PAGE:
I arrived shortly after reading Monolingualism of the Other by Jacques Derrida, so I was interested in language as a threshold, as a thin line which can despotically divide who is part of a community from who isn’t, who has the appropriate vocabulary and accent to talk about certain themes from who hasn’t. This is why, through my research, I tried to explore language as a sort of utopia, where the speaker can’t use their native language to communicate with the “other” and so invents their own language. This language doesn’t give an agreed sound a certain meaning, but it reinvents it, it experiments with it and it makes it personal.

S.M. The project carried out in Midi-Pyrénées, and in general all of your research, has an immediate connection with the context you are working in. To quote the French critic Paul Ardenne, we could call your work ‘contextual art’. How did the three different contexts you stayed in influenced your work? How did you respond to these contexts (Saint Cirq-Lapopie: medieval town and tourist attraction/Saint Gaudens: industrial town at the feet of the Pyrenees/Toulouse: a dynamic regional capital with an industrial heritage and strong student life)?
N.F. During this period, I organised my work around practice-based research. Starting from the ideas we were talking about before (the foreigner, language, threshold, utopia/dystopia of an invented language), I tried to create work in relation to the context, the people and the territory. In Saint-Cirq Lapopie I had the opportunity to collaborate with a choir. We drew inspiration from a quote of Aristotle’s Politics1 to develop a series of actions imagining a way to map out the space we lived in intangibly. In Saint-Gaudens, thanks to another accidental encounter, I worked on a video in which I explored the forms of verbal communication invented by man to establish a relationship with animals. I recorded a lot of material about these entirely personal ways to create a new language, which are sometimes successful and sometimes not. I hope I will continue this project in Italy and Mexico. Lastly, in Toulouse I tried to come to a conclusion on language. I actually left the city and started working with an artisan workshop which has been making cowbells since the 17th century. I started planning the installation for the final exhibition with them.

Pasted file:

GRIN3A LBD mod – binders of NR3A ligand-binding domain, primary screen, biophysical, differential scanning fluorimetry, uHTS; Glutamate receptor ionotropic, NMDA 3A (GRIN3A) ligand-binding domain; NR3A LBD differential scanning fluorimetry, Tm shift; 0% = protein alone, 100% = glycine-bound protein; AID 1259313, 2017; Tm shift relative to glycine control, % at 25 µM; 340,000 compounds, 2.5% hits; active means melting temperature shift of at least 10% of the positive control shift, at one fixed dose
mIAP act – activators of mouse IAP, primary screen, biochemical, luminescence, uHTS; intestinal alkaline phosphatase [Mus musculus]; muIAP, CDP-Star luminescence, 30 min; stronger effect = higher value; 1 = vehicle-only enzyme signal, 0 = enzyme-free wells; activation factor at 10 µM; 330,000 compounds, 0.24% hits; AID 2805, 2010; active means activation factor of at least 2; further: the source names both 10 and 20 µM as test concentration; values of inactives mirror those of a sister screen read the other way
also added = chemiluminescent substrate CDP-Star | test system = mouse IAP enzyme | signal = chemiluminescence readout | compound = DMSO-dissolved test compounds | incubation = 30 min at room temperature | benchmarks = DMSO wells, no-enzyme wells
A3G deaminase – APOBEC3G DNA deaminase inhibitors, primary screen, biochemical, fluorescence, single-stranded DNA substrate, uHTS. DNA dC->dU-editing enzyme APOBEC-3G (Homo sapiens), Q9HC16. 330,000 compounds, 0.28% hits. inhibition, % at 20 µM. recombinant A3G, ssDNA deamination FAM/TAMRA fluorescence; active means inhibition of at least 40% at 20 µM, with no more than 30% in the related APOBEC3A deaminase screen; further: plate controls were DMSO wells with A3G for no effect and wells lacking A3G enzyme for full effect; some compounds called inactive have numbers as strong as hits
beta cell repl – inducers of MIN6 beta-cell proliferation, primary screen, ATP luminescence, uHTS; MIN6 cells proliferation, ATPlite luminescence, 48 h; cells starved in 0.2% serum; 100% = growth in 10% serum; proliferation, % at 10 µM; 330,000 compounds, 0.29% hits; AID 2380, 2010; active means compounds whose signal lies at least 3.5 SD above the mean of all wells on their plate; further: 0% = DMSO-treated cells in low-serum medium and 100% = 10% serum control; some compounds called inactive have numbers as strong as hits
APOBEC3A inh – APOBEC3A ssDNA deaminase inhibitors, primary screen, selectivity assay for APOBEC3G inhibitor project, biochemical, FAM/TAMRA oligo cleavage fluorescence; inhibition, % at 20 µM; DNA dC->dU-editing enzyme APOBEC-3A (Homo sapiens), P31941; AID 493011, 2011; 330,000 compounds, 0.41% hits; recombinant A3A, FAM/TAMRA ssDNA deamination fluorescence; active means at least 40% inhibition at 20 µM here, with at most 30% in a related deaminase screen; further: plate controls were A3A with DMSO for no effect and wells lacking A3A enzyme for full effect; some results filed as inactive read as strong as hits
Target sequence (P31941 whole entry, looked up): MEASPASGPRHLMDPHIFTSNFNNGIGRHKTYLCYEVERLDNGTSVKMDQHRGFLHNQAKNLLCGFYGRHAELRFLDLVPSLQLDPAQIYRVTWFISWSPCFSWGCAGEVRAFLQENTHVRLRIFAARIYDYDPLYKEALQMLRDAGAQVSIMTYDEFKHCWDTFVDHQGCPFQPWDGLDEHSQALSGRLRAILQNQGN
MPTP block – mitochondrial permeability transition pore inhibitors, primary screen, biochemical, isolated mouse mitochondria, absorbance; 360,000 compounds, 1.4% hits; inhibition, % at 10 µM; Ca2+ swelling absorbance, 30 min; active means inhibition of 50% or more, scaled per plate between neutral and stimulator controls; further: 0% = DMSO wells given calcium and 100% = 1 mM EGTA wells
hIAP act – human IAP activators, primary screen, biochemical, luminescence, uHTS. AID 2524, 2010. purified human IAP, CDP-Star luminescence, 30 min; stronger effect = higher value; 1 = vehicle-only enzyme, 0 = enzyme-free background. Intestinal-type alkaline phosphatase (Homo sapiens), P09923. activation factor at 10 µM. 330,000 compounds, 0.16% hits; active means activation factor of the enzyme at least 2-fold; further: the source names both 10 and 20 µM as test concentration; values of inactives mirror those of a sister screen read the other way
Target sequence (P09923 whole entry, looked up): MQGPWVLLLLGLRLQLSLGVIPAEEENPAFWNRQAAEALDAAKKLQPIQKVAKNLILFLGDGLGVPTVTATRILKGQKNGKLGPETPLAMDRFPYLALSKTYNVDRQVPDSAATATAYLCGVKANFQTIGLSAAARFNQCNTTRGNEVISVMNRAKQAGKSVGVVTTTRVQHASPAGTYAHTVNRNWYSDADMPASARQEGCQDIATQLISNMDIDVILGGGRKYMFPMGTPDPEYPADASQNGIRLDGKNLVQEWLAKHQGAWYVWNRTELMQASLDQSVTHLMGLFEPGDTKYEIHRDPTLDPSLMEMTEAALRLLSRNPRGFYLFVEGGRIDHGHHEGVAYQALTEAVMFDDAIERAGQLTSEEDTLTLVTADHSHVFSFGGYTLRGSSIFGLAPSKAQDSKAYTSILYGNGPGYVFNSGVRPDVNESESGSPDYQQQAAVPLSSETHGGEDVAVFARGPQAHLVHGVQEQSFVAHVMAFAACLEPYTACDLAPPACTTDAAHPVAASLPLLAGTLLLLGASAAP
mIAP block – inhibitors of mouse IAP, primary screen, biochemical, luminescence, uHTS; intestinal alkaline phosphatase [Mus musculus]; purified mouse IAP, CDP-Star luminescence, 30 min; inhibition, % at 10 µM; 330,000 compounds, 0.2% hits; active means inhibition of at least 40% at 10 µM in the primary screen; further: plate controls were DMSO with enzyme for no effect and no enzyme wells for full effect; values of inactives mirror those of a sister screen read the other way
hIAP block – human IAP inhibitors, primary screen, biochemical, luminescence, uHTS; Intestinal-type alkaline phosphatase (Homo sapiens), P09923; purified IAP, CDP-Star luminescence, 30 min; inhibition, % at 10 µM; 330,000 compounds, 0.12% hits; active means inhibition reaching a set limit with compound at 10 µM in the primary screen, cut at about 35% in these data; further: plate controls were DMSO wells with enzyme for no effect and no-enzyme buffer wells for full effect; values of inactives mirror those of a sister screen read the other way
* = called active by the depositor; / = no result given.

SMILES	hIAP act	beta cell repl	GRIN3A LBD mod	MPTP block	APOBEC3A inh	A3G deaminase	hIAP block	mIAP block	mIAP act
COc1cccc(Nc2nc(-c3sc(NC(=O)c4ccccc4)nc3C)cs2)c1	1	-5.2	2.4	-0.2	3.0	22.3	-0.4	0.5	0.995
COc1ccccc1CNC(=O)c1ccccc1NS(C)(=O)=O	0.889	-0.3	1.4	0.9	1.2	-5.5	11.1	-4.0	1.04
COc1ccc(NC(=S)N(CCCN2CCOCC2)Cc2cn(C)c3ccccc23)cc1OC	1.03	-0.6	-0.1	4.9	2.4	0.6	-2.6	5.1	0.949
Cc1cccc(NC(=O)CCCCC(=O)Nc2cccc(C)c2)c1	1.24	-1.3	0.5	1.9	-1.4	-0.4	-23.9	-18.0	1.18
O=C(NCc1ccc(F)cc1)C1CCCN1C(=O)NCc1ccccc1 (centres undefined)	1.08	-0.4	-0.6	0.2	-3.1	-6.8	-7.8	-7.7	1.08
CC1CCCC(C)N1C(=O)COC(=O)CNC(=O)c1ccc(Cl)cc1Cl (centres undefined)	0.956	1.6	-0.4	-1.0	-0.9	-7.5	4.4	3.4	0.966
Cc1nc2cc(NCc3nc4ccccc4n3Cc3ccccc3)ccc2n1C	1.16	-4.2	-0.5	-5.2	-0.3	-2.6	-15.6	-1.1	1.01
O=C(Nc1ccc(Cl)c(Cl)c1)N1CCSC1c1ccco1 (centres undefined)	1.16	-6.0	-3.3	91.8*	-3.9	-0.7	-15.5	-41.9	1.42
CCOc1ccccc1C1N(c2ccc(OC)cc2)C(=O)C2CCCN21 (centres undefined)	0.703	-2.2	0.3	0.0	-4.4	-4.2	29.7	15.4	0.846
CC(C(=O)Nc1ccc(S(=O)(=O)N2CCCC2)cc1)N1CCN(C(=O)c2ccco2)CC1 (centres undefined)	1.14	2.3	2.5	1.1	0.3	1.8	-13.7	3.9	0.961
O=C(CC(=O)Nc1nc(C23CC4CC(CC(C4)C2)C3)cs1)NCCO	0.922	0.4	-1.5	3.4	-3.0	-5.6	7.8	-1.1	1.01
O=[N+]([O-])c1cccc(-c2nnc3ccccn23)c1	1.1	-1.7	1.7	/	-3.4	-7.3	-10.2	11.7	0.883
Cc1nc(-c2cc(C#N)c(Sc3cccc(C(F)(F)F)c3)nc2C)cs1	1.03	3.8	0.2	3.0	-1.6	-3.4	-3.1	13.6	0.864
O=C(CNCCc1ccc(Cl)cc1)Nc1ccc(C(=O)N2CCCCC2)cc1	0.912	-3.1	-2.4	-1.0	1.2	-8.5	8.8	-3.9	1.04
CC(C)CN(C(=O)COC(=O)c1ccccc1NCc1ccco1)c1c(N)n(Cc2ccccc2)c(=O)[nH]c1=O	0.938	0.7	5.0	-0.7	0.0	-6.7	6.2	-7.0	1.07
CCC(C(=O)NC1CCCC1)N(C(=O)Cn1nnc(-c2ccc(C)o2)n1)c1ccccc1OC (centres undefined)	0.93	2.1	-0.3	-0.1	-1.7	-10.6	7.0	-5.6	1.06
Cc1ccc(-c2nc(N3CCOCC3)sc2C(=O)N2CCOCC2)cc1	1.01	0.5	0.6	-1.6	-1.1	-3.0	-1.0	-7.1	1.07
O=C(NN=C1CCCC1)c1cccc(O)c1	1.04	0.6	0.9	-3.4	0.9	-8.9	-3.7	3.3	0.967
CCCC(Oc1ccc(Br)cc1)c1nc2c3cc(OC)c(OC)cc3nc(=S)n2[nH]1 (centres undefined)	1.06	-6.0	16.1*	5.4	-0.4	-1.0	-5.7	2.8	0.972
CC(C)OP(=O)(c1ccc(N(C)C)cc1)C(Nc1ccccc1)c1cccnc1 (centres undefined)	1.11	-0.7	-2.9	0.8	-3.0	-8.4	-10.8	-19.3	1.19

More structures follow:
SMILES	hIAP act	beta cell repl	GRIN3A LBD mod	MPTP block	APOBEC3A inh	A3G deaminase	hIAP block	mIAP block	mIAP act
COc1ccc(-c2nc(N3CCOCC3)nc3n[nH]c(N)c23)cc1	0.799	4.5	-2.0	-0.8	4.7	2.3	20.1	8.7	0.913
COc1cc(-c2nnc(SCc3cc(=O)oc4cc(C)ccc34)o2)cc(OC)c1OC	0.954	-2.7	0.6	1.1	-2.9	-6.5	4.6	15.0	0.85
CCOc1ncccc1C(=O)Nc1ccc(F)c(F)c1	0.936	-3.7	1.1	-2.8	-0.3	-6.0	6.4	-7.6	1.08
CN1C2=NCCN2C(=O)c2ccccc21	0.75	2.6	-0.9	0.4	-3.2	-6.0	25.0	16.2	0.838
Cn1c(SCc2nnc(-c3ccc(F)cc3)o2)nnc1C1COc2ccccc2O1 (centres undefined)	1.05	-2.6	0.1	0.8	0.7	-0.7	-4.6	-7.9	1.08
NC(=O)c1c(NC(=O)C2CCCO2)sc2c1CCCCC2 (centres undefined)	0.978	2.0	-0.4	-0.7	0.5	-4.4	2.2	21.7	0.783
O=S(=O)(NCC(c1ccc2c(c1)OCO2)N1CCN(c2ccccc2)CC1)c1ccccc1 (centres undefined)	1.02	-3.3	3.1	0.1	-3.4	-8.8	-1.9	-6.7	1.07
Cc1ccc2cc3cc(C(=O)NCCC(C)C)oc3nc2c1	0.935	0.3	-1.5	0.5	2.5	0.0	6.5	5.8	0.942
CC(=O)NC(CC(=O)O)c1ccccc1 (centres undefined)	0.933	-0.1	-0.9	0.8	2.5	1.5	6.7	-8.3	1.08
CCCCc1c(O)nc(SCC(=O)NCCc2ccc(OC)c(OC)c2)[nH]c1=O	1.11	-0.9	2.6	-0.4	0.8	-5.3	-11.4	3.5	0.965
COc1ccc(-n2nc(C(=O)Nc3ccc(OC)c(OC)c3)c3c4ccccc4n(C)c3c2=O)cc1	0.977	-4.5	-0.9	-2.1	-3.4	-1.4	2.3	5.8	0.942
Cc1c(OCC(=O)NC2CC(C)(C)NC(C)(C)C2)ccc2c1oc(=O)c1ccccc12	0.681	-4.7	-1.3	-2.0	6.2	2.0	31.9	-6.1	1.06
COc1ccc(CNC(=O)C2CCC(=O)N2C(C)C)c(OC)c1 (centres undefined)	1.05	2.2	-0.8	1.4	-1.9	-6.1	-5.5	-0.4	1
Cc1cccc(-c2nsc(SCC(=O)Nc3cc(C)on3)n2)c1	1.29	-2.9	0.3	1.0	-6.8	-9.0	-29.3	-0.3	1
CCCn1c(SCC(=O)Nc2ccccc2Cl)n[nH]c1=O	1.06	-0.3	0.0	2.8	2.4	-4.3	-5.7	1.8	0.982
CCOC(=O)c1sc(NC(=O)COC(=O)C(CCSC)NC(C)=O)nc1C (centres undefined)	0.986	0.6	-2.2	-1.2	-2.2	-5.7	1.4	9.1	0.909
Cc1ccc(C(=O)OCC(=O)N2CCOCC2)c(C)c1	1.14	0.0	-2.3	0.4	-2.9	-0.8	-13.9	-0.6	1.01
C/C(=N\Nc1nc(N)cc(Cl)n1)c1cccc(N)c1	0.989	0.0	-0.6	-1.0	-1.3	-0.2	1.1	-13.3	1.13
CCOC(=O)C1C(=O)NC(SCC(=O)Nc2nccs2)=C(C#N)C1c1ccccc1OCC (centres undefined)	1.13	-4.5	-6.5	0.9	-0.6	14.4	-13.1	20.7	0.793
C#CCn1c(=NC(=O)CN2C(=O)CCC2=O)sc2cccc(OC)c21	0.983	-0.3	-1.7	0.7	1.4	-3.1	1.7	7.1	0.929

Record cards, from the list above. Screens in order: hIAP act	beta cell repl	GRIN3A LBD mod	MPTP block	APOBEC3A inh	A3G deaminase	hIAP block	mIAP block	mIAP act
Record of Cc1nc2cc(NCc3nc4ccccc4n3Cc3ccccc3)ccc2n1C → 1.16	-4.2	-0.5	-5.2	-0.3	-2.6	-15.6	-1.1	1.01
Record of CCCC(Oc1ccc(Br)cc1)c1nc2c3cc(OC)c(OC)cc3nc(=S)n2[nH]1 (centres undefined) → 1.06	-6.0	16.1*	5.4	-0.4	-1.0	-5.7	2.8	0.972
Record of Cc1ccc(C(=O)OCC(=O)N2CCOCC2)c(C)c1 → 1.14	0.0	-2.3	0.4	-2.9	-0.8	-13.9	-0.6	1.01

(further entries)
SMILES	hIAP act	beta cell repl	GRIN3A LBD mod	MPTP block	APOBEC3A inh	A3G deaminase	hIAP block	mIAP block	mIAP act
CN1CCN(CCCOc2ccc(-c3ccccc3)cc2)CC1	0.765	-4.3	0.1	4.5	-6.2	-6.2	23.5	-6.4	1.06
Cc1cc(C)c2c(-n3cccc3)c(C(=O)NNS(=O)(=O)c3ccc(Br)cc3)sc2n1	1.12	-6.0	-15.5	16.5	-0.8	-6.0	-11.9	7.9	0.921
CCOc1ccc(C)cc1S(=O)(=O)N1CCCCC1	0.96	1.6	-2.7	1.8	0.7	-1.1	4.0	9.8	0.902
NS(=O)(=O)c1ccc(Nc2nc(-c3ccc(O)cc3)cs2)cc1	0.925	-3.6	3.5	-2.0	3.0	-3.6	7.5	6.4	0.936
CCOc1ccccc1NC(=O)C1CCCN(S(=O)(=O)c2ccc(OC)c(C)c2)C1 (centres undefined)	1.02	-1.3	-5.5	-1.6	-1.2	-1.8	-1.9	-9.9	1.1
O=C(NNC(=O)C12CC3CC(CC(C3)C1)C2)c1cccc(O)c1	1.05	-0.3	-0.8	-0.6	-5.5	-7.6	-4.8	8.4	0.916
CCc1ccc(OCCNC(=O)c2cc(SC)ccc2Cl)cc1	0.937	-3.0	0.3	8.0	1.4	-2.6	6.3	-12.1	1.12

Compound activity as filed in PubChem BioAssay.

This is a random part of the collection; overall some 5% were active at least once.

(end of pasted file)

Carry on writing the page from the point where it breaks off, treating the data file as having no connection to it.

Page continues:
S.M. What do you believe your role as an artist to be in contextual art? Are you a catalyst? A researcher?
N.F. I often quote an essay by Walter Benjamin on this point, which largely influenced my work. Benjamin recognises two types of people who in the past could be considered ‘storytellers’. On one side there is the sedentary and home-based peasant, who lives in the same place as his ancestors for all of his life and thus reaches the deepest level of knowledge of time. On the other side there is the itinerant and travelling merchant, who having travelled far and wide is fully aware of space. I’ve always been interested in how understanding distance, either in time or space, can be linked to the ability of telling the truth, but also – as Benjamin adds – of finding a breakthrough towards what is ‘wonderful’, allowed by the public to the storyteller. This is what I aim to do in my artistic practice: to tell the truth so I can then allow myself to offer a wonderful abstraction from truth itself.